Peter Schmidt offered to write a guest blog for Market Dojo on his past experience with eAuctions. Peter has a long track record in, sales, consultancy and procurement. He specialises in Telecoms, Managed Services and Public Cloud.
In procurement, eAuctions can be regarded as a fair way to buy goods or services as all the suppliers have an equal opportunity of being awarded the business.
The model that is commonly used is the reverse auction that gives suppliers during the auction information on their position relative to their contenders. This practice creates a competitive element among the bidders allowing them to establish the market price for the buyer.
At the end of this reverse auction, the contenders ranked two and three may have a fairly good idea of the established market price. This will indicate to them to improve their performance for similar categories organized by the buyer. Despite the fact that the above sounds great and the results are rewarding, there are situations that would call for the Japanese auction.
The Japanese auction
The mechanism of the Japanese eAuction is straightforward. All the participating suppliers start at a predefined price level that is decreased by a fixed percentage during the auction. The final contender who declines the offer wins the auction.
The contenders are unaware of who is bidding and what the others are doing during the auction. In general, the best price that arises from a Japanese auction is less favourable than when a reverse eAuction is conducted. There are situations, however, that could benefit from the Japanese auction model.
Lack of pricing elasticity
The suppliers have submitted their offers at different price levels, where there is a reason to believe that the dynamics of reverse auctions are likely to fail because of a lack of price elasticity between the highest and lowest bidder. The Japanese auction will ensure then, that at all times a better price is established, as the lowest bidder is unaware of the others and is encouraged to give a better price.
Limited amount of contenders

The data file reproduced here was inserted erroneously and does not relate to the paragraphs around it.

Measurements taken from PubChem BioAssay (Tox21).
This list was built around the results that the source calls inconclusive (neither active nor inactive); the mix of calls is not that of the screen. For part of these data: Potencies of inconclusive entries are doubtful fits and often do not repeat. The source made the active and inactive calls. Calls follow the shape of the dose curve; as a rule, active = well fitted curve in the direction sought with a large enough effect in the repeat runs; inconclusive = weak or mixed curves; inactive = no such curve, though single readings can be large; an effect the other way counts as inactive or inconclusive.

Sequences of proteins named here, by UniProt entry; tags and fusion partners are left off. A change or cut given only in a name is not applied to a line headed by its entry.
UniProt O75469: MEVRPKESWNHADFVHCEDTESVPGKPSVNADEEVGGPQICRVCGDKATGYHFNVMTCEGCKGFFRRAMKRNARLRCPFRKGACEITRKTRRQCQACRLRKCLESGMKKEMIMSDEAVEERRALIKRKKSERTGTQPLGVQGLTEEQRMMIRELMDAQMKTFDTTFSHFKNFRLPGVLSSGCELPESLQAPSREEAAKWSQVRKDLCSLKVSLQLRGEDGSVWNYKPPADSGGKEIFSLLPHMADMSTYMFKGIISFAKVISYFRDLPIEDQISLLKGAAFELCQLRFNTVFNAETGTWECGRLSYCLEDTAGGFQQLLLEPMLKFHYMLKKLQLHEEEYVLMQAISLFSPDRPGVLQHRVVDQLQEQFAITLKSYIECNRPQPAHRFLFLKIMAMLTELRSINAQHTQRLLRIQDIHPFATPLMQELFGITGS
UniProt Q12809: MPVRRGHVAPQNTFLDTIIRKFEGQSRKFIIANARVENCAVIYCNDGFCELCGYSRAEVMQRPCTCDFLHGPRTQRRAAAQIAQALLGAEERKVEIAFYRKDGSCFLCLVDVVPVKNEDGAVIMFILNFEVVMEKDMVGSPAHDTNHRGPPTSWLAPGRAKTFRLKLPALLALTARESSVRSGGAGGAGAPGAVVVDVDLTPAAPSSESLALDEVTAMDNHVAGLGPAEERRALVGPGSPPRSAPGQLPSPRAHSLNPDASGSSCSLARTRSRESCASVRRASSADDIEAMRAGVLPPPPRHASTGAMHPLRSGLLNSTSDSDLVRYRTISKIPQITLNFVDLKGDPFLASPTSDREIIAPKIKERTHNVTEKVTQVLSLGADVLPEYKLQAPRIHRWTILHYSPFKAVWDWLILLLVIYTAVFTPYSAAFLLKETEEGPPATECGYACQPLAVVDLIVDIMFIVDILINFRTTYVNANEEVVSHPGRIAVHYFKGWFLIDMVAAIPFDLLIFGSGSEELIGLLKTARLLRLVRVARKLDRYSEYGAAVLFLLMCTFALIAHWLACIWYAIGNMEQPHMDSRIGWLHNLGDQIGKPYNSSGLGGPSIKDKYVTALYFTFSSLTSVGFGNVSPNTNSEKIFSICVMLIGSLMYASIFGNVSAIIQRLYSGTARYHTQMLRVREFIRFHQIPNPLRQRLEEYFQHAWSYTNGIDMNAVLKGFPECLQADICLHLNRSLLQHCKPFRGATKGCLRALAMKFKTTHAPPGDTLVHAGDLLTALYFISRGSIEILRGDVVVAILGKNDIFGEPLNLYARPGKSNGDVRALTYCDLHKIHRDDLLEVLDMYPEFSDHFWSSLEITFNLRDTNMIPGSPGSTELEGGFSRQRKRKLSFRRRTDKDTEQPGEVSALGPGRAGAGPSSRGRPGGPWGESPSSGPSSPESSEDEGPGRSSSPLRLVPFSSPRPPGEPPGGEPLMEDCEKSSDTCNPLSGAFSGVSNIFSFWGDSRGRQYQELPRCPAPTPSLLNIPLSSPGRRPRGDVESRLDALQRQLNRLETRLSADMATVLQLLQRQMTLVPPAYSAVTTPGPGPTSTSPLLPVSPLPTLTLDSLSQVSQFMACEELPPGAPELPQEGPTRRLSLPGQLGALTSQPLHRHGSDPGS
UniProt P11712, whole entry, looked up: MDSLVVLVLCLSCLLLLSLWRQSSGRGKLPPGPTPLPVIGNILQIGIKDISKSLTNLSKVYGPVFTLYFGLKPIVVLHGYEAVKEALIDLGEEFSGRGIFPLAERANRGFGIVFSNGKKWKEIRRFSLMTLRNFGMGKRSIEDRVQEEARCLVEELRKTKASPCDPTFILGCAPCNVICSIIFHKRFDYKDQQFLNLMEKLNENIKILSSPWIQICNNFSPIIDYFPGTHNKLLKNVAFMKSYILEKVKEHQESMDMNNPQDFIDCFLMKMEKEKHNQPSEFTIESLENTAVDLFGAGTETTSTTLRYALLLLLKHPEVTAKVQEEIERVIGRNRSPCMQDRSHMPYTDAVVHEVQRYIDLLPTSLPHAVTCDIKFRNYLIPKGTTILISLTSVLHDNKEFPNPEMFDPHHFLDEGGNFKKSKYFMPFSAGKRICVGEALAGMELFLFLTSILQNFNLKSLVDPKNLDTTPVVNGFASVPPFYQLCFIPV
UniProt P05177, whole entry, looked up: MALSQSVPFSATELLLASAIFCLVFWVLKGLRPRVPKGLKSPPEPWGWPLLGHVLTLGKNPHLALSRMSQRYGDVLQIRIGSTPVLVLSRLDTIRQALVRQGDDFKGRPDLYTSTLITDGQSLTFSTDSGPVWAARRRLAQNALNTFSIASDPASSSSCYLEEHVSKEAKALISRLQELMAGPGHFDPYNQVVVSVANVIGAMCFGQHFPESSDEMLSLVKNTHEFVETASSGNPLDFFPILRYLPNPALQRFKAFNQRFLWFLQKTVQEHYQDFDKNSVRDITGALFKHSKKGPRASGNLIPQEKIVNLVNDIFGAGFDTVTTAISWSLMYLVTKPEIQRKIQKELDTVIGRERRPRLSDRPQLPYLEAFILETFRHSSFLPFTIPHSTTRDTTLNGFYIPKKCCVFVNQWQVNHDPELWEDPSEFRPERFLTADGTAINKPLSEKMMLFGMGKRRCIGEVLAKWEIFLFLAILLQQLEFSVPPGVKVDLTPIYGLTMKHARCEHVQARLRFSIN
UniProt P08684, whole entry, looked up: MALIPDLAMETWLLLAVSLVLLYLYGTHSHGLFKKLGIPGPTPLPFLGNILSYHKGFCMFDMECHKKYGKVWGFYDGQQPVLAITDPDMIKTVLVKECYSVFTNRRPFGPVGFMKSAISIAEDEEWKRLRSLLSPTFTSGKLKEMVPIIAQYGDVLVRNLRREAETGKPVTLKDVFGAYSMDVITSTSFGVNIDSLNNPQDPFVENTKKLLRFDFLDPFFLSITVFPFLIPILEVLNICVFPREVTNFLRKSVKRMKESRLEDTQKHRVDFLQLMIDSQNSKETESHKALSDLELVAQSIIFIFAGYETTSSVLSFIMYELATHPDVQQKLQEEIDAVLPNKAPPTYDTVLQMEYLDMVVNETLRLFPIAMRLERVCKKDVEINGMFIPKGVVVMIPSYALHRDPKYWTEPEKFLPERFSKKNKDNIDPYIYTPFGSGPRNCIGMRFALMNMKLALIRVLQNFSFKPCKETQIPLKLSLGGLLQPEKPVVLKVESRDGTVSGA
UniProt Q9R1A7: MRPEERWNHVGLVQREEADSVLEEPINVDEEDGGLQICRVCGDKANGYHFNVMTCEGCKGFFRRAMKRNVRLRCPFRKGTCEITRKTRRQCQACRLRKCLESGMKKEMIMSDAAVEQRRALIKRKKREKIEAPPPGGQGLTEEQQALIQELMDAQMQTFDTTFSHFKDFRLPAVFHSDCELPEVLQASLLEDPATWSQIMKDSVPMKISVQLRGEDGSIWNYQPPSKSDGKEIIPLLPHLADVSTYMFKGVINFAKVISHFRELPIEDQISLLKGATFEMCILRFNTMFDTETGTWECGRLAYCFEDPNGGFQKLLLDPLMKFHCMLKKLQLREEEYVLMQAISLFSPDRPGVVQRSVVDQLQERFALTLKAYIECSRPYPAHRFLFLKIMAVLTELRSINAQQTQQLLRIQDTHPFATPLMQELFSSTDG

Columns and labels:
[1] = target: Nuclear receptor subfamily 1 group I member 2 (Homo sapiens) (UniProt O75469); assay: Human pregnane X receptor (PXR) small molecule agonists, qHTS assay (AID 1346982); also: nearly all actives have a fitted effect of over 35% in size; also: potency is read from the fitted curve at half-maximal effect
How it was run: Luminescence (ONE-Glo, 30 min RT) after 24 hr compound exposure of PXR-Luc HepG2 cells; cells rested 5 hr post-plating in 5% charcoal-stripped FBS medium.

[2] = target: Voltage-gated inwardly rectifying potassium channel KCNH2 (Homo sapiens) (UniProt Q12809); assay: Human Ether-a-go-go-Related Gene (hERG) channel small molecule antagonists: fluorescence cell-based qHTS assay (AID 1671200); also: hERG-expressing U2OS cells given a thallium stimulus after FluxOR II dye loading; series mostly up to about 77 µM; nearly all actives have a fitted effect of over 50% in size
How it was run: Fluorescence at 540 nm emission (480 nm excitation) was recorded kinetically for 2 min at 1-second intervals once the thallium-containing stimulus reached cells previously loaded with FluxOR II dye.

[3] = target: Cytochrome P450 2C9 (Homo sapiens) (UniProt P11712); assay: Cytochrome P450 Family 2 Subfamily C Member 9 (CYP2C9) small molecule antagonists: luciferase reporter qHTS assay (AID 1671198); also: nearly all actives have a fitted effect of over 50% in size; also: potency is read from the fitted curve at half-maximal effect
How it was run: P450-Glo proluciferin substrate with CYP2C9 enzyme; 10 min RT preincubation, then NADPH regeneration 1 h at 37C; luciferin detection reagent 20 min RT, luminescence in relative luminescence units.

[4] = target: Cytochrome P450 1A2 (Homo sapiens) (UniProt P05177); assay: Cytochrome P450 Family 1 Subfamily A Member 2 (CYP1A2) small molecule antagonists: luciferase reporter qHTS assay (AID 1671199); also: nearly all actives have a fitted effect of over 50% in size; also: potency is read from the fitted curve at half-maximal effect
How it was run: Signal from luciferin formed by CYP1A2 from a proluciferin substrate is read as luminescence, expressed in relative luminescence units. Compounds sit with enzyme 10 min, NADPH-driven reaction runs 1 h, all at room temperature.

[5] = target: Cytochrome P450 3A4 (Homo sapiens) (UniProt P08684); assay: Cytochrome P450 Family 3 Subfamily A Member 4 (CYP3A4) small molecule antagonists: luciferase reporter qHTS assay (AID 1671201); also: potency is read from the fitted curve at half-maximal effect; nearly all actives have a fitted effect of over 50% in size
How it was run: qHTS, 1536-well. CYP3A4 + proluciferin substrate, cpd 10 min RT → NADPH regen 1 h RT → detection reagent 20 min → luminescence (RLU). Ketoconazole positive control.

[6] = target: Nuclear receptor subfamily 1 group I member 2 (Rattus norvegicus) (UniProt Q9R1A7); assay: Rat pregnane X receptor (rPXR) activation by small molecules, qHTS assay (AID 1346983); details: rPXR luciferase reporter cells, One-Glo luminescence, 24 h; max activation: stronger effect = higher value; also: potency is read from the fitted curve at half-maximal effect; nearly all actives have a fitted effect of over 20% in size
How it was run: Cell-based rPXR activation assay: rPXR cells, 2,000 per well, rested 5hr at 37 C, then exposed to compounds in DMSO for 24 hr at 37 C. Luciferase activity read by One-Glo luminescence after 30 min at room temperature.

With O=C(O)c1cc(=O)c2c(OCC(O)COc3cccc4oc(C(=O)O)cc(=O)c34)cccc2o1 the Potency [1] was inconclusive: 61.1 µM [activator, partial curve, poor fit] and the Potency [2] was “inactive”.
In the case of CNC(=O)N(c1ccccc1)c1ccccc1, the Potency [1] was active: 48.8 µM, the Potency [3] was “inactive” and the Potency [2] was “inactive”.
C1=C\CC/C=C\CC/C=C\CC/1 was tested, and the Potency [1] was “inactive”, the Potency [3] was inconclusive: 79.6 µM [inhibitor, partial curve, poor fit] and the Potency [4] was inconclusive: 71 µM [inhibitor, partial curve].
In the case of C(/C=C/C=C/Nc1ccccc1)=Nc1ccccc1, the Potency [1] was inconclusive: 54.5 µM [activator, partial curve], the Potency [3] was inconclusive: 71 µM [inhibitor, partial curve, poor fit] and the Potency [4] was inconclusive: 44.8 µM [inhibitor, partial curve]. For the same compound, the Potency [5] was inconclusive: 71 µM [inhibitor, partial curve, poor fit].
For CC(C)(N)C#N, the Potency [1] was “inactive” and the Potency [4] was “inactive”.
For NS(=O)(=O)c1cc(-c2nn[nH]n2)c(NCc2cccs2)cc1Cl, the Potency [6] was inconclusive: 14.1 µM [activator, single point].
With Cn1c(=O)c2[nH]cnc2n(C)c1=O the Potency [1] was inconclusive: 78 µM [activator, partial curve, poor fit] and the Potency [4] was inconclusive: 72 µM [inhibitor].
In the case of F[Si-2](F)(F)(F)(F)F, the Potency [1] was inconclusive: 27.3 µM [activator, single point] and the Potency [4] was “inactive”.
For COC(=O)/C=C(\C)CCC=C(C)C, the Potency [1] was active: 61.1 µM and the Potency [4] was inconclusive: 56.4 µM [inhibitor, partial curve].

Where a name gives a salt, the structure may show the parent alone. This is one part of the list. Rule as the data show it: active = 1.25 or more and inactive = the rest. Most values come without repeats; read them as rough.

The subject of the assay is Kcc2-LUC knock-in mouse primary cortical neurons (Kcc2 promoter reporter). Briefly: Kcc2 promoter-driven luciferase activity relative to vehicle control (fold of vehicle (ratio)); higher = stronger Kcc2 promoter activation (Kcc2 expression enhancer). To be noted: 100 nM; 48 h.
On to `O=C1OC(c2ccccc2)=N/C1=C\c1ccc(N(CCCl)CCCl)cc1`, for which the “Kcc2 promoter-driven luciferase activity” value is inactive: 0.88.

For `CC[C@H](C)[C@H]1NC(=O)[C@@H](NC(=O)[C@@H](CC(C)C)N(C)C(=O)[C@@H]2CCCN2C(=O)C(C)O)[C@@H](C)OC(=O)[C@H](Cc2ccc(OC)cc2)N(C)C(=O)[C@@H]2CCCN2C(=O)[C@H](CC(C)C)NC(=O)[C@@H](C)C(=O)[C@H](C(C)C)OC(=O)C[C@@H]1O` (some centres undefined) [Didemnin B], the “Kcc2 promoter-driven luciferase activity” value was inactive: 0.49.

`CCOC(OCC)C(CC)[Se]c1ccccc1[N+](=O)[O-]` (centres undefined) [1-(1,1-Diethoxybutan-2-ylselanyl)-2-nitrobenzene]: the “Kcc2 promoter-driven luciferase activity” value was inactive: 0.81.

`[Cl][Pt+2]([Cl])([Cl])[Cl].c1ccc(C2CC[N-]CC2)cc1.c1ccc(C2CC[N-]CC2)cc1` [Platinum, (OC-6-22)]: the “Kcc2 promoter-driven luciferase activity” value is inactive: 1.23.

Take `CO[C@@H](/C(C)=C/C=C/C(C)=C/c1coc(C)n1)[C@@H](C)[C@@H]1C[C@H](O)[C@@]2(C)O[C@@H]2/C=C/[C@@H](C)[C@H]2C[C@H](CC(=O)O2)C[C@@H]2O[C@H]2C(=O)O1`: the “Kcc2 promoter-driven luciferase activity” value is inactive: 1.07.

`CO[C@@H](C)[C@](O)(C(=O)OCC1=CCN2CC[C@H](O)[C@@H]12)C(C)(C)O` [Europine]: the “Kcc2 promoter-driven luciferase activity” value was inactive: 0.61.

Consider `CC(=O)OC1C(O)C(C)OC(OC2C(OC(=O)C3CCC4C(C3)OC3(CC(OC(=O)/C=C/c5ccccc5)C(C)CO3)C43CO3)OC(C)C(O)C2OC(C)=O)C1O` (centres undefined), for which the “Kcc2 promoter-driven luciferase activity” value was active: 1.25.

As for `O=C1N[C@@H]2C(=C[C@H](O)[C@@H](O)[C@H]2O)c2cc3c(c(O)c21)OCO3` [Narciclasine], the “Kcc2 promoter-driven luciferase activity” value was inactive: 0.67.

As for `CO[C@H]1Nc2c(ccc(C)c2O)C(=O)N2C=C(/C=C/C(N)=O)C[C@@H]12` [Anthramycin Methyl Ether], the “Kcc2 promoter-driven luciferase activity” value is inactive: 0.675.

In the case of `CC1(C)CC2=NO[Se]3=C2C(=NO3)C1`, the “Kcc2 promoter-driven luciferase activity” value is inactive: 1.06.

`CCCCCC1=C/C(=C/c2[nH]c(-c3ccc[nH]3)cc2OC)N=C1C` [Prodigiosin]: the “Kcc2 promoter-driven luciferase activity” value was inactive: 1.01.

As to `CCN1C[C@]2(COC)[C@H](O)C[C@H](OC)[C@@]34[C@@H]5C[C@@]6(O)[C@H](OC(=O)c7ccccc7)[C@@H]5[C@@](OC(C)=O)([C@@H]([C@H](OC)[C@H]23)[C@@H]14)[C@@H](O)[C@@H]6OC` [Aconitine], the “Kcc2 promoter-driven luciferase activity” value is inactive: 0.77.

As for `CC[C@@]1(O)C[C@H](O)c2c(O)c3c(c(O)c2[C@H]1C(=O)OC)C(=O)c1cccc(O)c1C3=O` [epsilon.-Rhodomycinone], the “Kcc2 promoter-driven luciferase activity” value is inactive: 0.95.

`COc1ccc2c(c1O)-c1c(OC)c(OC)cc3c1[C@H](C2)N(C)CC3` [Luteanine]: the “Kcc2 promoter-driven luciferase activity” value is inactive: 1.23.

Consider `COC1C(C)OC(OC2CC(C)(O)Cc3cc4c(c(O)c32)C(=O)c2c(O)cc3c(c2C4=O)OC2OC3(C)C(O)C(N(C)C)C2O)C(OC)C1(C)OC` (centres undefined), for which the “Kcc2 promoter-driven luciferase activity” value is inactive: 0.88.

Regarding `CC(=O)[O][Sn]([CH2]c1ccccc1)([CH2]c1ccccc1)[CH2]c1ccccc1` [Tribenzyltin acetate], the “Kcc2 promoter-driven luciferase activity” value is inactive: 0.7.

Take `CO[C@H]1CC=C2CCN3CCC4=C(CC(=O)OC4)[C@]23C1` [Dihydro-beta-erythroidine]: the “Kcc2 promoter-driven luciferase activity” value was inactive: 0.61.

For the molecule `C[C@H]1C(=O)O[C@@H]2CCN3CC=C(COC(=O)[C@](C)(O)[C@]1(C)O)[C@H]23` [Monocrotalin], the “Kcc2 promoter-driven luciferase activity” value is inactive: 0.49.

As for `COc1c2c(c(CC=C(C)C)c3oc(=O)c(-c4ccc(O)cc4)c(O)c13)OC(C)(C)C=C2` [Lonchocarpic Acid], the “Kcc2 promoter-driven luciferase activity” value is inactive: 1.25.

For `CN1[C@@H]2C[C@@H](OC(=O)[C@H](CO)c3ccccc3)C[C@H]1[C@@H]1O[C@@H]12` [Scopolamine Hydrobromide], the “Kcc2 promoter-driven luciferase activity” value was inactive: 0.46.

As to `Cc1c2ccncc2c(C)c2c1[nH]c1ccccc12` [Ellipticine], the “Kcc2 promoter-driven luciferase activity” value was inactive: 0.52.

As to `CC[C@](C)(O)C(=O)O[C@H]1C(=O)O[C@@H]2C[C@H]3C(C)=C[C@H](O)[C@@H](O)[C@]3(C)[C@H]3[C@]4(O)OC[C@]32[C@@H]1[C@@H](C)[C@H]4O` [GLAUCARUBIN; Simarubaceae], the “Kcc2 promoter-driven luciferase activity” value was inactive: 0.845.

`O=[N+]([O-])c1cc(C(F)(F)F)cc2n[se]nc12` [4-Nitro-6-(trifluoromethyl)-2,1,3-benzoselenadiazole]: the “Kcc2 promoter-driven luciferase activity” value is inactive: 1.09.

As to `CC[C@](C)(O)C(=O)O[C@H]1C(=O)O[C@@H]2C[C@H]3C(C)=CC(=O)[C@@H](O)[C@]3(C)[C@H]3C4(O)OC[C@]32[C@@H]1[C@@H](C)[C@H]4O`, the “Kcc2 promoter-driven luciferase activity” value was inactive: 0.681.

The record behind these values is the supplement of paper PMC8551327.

If for whatever reason suppliers are not eager to bid and the number of contenders is reduced to two, you may consider a Japanese auction to eliminate the risk that one of the bidders declines to participate at the last moment, which leaves the buyer with only one supplier. The Japanese auction allows the buyer to continue with the auction and establish a better price.
In a highly regulated market segment where suppliers do not want to know from each other the kind of pricing levels that they can offer. Also here the Japanese auction can be the right fit, as the suppliers are not able to assess the behaviour of their contenders.
Other methods that are beyond the scope of this blog that can be conducive in yielding better results from an eAuction is the introduction of extra variables that relate to the market conditions and/or the supply chain.
It is paramount that whatever way you chose, suppliers must be well informed about the rules of engagement as the buyer’s success depends on their commitment.
For more details on the various types of auctions, please download the Infographic from Market Dojo.
Alternatively, if you’re interested in find out more about the services that Peter Schmidt provides, click here.
Peter Schmidt, Independent Consultant for P.Schmidt Consultancy Services B.V.
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